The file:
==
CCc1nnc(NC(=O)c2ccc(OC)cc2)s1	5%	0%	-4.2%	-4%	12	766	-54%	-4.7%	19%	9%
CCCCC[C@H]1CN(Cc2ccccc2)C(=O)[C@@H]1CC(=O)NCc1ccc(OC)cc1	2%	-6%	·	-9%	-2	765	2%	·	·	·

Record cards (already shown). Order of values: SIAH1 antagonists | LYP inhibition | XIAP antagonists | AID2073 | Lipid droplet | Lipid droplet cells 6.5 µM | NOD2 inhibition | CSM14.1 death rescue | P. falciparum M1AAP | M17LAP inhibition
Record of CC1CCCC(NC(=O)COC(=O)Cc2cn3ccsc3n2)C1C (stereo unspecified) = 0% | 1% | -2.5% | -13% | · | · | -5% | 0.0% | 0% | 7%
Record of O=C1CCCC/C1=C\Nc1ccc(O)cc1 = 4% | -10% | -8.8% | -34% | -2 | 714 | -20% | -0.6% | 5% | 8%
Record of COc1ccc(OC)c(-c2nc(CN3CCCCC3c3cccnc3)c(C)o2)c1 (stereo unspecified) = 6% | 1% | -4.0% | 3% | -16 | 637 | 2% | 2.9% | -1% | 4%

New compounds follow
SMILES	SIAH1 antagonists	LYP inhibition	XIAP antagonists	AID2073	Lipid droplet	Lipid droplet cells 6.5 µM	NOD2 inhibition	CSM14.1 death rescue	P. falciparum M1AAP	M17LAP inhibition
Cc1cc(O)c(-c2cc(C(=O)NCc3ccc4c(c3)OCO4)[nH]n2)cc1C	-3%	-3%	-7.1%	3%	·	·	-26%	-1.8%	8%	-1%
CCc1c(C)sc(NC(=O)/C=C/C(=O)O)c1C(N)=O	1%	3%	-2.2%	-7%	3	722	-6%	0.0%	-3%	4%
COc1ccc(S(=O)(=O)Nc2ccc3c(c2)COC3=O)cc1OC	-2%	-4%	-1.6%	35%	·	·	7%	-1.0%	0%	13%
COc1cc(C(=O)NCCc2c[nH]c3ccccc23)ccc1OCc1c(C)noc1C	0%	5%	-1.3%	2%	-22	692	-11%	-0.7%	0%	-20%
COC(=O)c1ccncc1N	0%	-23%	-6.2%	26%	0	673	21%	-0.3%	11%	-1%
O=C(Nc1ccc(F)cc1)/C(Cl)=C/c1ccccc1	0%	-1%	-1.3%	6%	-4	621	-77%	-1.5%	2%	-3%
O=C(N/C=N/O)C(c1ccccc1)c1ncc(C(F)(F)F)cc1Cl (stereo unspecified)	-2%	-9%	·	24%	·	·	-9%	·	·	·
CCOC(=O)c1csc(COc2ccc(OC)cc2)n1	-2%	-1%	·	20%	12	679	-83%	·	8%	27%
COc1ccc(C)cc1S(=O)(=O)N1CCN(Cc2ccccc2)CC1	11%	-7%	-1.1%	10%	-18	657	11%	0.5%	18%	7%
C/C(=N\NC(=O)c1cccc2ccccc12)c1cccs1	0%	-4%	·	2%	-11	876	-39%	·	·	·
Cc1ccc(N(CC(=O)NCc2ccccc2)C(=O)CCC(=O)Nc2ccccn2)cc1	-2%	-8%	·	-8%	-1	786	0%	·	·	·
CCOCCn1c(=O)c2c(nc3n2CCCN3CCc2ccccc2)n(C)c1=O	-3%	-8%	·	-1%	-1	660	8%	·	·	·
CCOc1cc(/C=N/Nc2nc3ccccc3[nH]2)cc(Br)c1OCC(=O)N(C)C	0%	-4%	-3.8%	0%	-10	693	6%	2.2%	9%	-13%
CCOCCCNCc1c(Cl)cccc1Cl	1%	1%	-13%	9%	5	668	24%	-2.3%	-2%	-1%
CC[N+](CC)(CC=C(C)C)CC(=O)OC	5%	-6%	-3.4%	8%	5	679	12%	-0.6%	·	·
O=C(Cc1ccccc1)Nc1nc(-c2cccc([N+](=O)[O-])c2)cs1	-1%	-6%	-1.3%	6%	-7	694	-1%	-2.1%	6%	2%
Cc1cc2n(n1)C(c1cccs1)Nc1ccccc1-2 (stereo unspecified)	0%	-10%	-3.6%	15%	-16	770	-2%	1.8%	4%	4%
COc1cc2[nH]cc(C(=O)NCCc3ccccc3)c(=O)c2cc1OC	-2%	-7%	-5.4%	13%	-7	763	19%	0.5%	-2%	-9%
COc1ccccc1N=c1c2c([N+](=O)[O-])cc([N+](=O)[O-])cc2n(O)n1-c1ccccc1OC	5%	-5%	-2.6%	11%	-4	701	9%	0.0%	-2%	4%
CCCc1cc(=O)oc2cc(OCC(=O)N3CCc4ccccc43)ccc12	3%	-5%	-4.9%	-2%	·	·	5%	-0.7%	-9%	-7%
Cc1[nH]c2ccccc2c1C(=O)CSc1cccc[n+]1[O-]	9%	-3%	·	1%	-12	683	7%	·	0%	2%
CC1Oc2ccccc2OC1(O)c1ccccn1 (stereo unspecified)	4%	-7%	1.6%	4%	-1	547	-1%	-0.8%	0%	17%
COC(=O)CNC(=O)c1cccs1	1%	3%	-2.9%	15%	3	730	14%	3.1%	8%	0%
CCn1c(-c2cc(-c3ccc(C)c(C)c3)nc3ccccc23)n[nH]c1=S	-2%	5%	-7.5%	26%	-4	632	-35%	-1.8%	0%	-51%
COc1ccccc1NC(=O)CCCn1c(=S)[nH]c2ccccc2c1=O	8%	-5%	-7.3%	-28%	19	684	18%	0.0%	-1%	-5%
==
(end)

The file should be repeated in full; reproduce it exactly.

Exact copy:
CCc1nnc(NC(=O)c2ccc(OC)cc2)s1	5%	0%	-4.2%	-4%	12	766	-54%	-4.7%	19%	9%
CCCCC[C@H]1CN(Cc2ccccc2)C(=O)[C@@H]1CC(=O)NCc1ccc(OC)cc1	2%	-6%	·	-9%	-2	765	2%	·	·	·

Record cards (already shown). Order of values: SIAH1 antagonists | LYP inhibition | XIAP antagonists | AID2073 | Lipid droplet | Lipid droplet cells 6.5 µM | NOD2 inhibition | CSM14.1 death rescue | P. falciparum M1AAP | M17LAP inhibition
Record of CC1CCCC(NC(=O)COC(=O)Cc2cn3ccsc3n2)C1C (stereo unspecified) = 0% | 1% | -2.5% | -13% | · | · | -5% | 0.0% | 0% | 7%
Record of O=C1CCCC/C1=C\Nc1ccc(O)cc1 = 4% | -10% | -8.8% | -34% | -2 | 714 | -20% | -0.6% | 5% | 8%
Record of COc1ccc(OC)c(-c2nc(CN3CCCCC3c3cccnc3)c(C)o2)c1 (stereo unspecified) = 6% | 1% | -4.0% | 3% | -16 | 637 | 2% | 2.9% | -1% | 4%

New compounds follow
SMILES	SIAH1 antagonists	LYP inhibition	XIAP antagonists	AID2073	Lipid droplet	Lipid droplet cells 6.5 µM	NOD2 inhibition	CSM14.1 death rescue	P. falciparum M1AAP	M17LAP inhibition
Cc1cc(O)c(-c2cc(C(=O)NCc3ccc4c(c3)OCO4)[nH]n2)cc1C	-3%	-3%	-7.1%	3%	·	·	-26%	-1.8%	8%	-1%
CCc1c(C)sc(NC(=O)/C=C/C(=O)O)c1C(N)=O	1%	3%	-2.2%	-7%	3	722	-6%	0.0%	-3%	4%
COc1ccc(S(=O)(=O)Nc2ccc3c(c2)COC3=O)cc1OC	-2%	-4%	-1.6%	35%	·	·	7%	-1.0%	0%	13%
COc1cc(C(=O)NCCc2c[nH]c3ccccc23)ccc1OCc1c(C)noc1C	0%	5%	-1.3%	2%	-22	692	-11%	-0.7%	0%	-20%
COC(=O)c1ccncc1N	0%	-23%	-6.2%	26%	0	673	21%	-0.3%	11%	-1%
O=C(Nc1ccc(F)cc1)/C(Cl)=C/c1ccccc1	0%	-1%	-1.3%	6%	-4	621	-77%	-1.5%	2%	-3%
O=C(N/C=N/O)C(c1ccccc1)c1ncc(C(F)(F)F)cc1Cl (stereo unspecified)	-2%	-9%	·	24%	·	·	-9%	·	·	·
CCOC(=O)c1csc(COc2ccc(OC)cc2)n1	-2%	-1%	·	20%	12	679	-83%	·	8%	27%
COc1ccc(C)cc1S(=O)(=O)N1CCN(Cc2ccccc2)CC1	11%	-7%	-1.1%	10%	-18	657	11%	0.5%	18%	7%
C/C(=N\NC(=O)c1cccc2ccccc12)c1cccs1	0%	-4%	·	2%	-11	876	-39%	·	·	·
Cc1ccc(N(CC(=O)NCc2ccccc2)C(=O)CCC(=O)Nc2ccccn2)cc1	-2%	-8%	·	-8%	-1	786	0%	·	·	·
CCOCCn1c(=O)c2c(nc3n2CCCN3CCc2ccccc2)n(C)c1=O	-3%	-8%	·	-1%	-1	660	8%	·	·	·
CCOc1cc(/C=N/Nc2nc3ccccc3[nH]2)cc(Br)c1OCC(=O)N(C)C	0%	-4%	-3.8%	0%	-10	693	6%	2.2%	9%	-13%
CCOCCCNCc1c(Cl)cccc1Cl	1%	1%	-13%	9%	5	668	24%	-2.3%	-2%	-1%
CC[N+](CC)(CC=C(C)C)CC(=O)OC	5%	-6%	-3.4%	8%	5	679	12%	-0.6%	·	·
O=C(Cc1ccccc1)Nc1nc(-c2cccc([N+](=O)[O-])c2)cs1	-1%	-6%	-1.3%	6%	-7	694	-1%	-2.1%	6%	2%
Cc1cc2n(n1)C(c1cccs1)Nc1ccccc1-2 (stereo unspecified)	0%	-10%	-3.6%	15%	-16	770	-2%	1.8%	4%	4%
COc1cc2[nH]cc(C(=O)NCCc3ccccc3)c(=O)c2cc1OC	-2%	-7%	-5.4%	13%	-7	763	19%	0.5%	-2%	-9%
COc1ccccc1N=c1c2c([N+](=O)[O-])cc([N+](=O)[O-])cc2n(O)n1-c1ccccc1OC	5%	-5%	-2.6%	11%	-4	701	9%	0.0%	-2%	4%
CCCc1cc(=O)oc2cc(OCC(=O)N3CCc4ccccc43)ccc12	3%	-5%	-4.9%	-2%	·	·	5%	-0.7%	-9%	-7%
Cc1[nH]c2ccccc2c1C(=O)CSc1cccc[n+]1[O-]	9%	-3%	·	1%	-12	683	7%	·	0%	2%
CC1Oc2ccccc2OC1(O)c1ccccn1 (stereo unspecified)	4%	-7%	1.6%	4%	-1	547	-1%	-0.8%	0%	17%
COC(=O)CNC(=O)c1cccs1	1%	3%	-2.9%	15%	3	730	14%	3.1%	8%	0%
CCn1c(-c2cc(-c3ccc(C)c(C)c3)nc3ccccc23)n[nH]c1=S	-2%	5%	-7.5%	26%	-4	632	-35%	-1.8%	0%	-51%
COc1ccccc1NC(=O)CCCn1c(=S)[nH]c2ccccc2c1=O	8%	-5%	-7.3%	-28%	19	684	18%	0.0%	-1%	-5%